Beyond building a network of career connections, these visits are designed to prepare you for a job in the editing world through real-world practice. Editors applying for a job at a publication are typically asked to take an editing test. Through our guests, we’ll get actual samples of these edit tests, and work through them – then have the results critiqued by a real editor in charge of hiring. We’ll back these exercises with lectures on everything from fine-grain skills (refining sentences for clarity, power, and concision) up through more advanced techniques: identifying reporting holes, understanding a story’s driver, structures and layers (the "plot plot" and the "ideas plot"), and strategies for sustaining narrative momentum.
Along the way, we’ll discuss the challenges of working well with writers, from recognizing strengths and weaknesses (sentence-smart vs. story-smart etc) to psychodrama management. We’ll also be discussing questions like:
• As an editor, how do you evaluate a pitch?
• When approaching a first draft, what do you do?
• How can you distinguish whether a story's main problem is poor reporting, poor writing, poor pacing, or poor organization?
• How do you set a story’s mood and tone?

  J298 How to be an Editor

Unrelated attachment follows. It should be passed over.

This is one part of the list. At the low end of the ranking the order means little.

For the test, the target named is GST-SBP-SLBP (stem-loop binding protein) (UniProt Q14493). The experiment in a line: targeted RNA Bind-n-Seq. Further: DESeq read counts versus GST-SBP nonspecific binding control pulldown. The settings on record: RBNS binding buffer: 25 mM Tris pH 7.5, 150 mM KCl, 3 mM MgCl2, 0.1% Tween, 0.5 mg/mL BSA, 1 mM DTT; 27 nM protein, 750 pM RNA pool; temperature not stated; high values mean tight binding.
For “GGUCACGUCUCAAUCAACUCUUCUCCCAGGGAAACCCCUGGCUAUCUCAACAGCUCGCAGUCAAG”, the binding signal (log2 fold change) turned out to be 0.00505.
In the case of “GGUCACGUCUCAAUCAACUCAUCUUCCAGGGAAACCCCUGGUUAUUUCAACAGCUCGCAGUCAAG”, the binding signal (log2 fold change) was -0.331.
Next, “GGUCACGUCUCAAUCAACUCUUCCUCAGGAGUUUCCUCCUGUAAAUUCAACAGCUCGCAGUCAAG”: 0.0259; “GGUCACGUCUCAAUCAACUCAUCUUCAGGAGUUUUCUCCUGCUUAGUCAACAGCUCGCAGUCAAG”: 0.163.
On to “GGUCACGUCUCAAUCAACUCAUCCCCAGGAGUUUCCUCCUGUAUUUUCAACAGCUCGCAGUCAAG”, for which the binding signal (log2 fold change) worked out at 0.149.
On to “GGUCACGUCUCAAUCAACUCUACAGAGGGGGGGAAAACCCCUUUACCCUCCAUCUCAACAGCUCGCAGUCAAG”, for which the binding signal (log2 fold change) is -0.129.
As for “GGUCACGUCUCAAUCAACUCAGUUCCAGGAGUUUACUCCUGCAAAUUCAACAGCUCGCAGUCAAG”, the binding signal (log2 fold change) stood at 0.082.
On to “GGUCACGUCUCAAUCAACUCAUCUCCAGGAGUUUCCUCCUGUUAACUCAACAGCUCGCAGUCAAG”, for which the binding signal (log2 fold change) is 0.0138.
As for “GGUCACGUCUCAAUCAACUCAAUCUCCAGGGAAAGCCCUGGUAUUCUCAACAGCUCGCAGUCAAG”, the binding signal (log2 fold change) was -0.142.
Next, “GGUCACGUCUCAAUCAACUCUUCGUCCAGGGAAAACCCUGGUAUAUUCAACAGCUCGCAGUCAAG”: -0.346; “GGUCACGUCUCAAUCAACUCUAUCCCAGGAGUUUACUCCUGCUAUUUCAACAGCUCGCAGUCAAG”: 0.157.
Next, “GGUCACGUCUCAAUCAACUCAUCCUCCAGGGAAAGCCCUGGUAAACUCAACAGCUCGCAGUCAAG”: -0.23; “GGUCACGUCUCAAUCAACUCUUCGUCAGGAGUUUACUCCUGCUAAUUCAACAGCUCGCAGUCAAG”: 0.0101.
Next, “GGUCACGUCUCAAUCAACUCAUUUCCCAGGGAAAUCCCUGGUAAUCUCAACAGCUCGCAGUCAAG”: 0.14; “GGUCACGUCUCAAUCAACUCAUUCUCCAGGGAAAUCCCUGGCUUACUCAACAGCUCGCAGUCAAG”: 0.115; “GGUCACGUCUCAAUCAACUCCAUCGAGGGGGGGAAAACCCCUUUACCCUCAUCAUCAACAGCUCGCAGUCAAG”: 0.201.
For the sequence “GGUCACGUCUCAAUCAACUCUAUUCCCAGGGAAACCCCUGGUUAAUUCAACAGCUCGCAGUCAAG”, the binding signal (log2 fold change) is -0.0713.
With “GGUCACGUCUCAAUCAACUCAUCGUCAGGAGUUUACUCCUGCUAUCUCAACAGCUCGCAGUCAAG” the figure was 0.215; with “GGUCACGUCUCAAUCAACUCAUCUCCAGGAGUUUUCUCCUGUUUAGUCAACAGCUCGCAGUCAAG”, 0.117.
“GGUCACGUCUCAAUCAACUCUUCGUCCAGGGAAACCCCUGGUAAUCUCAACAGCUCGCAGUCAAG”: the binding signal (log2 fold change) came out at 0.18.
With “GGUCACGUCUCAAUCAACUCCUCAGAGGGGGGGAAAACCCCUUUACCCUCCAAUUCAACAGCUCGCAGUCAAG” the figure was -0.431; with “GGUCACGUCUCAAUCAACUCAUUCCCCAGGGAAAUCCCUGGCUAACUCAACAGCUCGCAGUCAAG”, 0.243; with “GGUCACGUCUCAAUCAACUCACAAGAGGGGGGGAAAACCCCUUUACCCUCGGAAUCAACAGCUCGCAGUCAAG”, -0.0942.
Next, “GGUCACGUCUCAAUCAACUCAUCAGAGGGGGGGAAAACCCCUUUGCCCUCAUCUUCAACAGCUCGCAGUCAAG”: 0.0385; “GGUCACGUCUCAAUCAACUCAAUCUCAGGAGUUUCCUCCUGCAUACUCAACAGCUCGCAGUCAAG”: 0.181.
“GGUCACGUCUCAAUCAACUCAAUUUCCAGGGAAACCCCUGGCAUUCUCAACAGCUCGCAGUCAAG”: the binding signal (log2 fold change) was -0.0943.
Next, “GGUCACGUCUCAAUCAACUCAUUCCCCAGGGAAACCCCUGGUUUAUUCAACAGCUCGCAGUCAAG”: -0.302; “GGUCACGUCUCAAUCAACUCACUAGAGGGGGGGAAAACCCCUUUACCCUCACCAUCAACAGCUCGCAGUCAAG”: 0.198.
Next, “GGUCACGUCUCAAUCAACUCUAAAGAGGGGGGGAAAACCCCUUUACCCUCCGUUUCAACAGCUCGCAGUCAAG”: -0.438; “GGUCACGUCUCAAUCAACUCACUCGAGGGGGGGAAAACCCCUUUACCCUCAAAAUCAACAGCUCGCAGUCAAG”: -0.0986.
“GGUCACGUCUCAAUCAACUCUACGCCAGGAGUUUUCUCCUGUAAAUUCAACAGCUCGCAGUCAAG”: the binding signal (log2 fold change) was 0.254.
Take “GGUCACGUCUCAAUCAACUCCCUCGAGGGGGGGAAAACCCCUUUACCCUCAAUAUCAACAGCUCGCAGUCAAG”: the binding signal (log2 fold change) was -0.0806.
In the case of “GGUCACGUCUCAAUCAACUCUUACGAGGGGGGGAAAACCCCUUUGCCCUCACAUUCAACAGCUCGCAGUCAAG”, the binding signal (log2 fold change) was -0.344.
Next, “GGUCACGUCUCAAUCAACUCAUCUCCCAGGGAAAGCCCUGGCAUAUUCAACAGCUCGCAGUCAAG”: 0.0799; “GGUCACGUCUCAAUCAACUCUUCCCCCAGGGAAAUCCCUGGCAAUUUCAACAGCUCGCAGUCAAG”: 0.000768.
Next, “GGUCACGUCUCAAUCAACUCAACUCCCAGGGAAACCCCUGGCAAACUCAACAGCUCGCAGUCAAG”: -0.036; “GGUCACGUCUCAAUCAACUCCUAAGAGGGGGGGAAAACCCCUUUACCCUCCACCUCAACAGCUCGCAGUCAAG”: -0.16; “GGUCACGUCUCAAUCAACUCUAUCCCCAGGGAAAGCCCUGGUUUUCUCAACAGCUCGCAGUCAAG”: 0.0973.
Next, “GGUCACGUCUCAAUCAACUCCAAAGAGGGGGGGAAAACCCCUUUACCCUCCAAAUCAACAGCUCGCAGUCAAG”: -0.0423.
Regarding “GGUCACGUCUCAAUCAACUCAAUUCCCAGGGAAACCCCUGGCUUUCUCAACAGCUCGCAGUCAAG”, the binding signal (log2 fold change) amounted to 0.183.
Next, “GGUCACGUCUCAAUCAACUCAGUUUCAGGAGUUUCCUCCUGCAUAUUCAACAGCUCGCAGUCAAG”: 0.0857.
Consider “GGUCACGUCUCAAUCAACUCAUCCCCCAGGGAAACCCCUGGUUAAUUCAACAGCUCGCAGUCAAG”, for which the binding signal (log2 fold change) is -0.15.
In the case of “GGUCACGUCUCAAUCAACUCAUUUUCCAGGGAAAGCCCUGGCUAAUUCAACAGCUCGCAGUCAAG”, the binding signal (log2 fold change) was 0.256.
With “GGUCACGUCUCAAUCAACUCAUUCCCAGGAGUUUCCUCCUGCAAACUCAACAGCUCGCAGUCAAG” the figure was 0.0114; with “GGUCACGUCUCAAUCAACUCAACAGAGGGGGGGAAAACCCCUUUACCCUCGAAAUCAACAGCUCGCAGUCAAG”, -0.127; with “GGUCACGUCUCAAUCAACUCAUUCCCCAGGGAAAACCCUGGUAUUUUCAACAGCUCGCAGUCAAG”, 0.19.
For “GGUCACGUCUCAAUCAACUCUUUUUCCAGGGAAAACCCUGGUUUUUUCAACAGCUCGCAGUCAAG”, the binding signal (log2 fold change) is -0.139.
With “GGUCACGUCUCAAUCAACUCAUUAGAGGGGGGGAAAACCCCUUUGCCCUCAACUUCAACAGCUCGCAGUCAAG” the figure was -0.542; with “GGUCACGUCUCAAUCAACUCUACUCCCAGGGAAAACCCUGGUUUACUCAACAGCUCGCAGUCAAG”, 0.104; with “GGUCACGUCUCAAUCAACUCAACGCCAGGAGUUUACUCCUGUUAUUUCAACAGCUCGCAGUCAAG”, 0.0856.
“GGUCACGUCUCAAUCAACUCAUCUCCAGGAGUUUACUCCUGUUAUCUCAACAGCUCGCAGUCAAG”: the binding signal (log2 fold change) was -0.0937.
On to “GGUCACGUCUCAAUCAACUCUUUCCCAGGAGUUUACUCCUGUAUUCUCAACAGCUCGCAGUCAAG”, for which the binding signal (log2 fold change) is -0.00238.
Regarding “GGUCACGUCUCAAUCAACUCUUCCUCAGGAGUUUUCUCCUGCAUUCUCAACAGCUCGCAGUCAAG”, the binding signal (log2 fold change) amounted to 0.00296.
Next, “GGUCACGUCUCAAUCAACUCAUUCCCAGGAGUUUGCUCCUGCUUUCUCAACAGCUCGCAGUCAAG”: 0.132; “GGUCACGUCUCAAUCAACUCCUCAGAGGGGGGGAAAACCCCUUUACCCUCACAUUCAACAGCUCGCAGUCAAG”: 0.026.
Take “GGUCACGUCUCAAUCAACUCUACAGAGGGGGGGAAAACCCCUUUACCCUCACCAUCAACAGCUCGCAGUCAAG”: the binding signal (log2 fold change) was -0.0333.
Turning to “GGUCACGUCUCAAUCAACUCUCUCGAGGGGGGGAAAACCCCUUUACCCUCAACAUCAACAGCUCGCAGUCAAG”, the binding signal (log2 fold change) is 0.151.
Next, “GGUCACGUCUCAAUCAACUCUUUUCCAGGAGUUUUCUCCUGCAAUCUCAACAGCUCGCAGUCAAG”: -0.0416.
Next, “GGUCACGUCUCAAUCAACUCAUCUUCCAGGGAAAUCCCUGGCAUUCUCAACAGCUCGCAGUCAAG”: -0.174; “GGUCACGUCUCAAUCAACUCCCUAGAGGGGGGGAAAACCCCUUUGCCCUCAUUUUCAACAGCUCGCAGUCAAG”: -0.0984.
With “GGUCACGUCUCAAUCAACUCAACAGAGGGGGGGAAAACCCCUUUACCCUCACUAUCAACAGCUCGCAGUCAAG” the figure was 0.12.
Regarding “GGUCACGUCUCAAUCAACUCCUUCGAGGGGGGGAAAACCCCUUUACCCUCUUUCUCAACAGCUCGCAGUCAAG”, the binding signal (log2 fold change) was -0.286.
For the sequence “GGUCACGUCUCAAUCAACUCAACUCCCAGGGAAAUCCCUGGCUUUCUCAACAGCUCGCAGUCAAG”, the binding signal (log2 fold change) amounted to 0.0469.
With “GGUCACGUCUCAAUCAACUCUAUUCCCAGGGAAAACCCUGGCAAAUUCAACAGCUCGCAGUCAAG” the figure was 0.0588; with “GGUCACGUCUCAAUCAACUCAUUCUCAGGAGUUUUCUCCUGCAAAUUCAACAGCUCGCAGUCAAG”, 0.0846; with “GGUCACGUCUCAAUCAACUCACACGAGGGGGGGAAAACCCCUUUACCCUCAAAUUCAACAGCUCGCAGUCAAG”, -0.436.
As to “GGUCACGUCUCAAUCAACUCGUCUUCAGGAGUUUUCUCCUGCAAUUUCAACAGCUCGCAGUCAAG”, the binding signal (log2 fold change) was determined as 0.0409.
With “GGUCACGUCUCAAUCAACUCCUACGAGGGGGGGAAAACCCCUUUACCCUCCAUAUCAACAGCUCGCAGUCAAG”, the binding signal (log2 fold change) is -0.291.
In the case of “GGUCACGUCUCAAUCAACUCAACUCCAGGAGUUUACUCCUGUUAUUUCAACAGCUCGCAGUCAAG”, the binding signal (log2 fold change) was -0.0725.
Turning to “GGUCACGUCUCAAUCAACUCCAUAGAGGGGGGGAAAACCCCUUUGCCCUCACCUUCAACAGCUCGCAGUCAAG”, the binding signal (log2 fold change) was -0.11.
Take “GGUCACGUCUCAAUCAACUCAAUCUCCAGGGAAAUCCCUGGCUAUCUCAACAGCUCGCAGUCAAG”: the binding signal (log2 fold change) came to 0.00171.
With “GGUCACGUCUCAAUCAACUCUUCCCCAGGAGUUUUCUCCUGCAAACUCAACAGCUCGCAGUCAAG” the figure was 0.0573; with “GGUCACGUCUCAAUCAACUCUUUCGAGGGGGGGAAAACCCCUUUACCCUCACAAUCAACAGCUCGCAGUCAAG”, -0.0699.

Enrollment dependent upon faculty approval; details to follow.

This course is designed to be a tasting platter for the aspiring print or online editor, or anyone curious about the job. It’s also a great course for writers who want to learn how editors think, and use those skills to make their own work better. Almost anyone can read a piece and tell that it isn’t working. But identifying precisely *why* it isn’t working, and how to fix it, is magic. (Unlike most writing jobs, editorial jobs also come with salaries and benefits. So there’s that.) Both first and second years are welcome.
One goal of this class will be to connect you with actual working editors at great publications. Over the semester, we’ll host or hear from editors at the Wall Street Journal, the New York Times, California Sunday, The Atlantic, The New Yorker, the New York Times Magazine, Mother Jones, and more. We’ll also be doing the occasional field trip, beginning with one to Wired Magazine.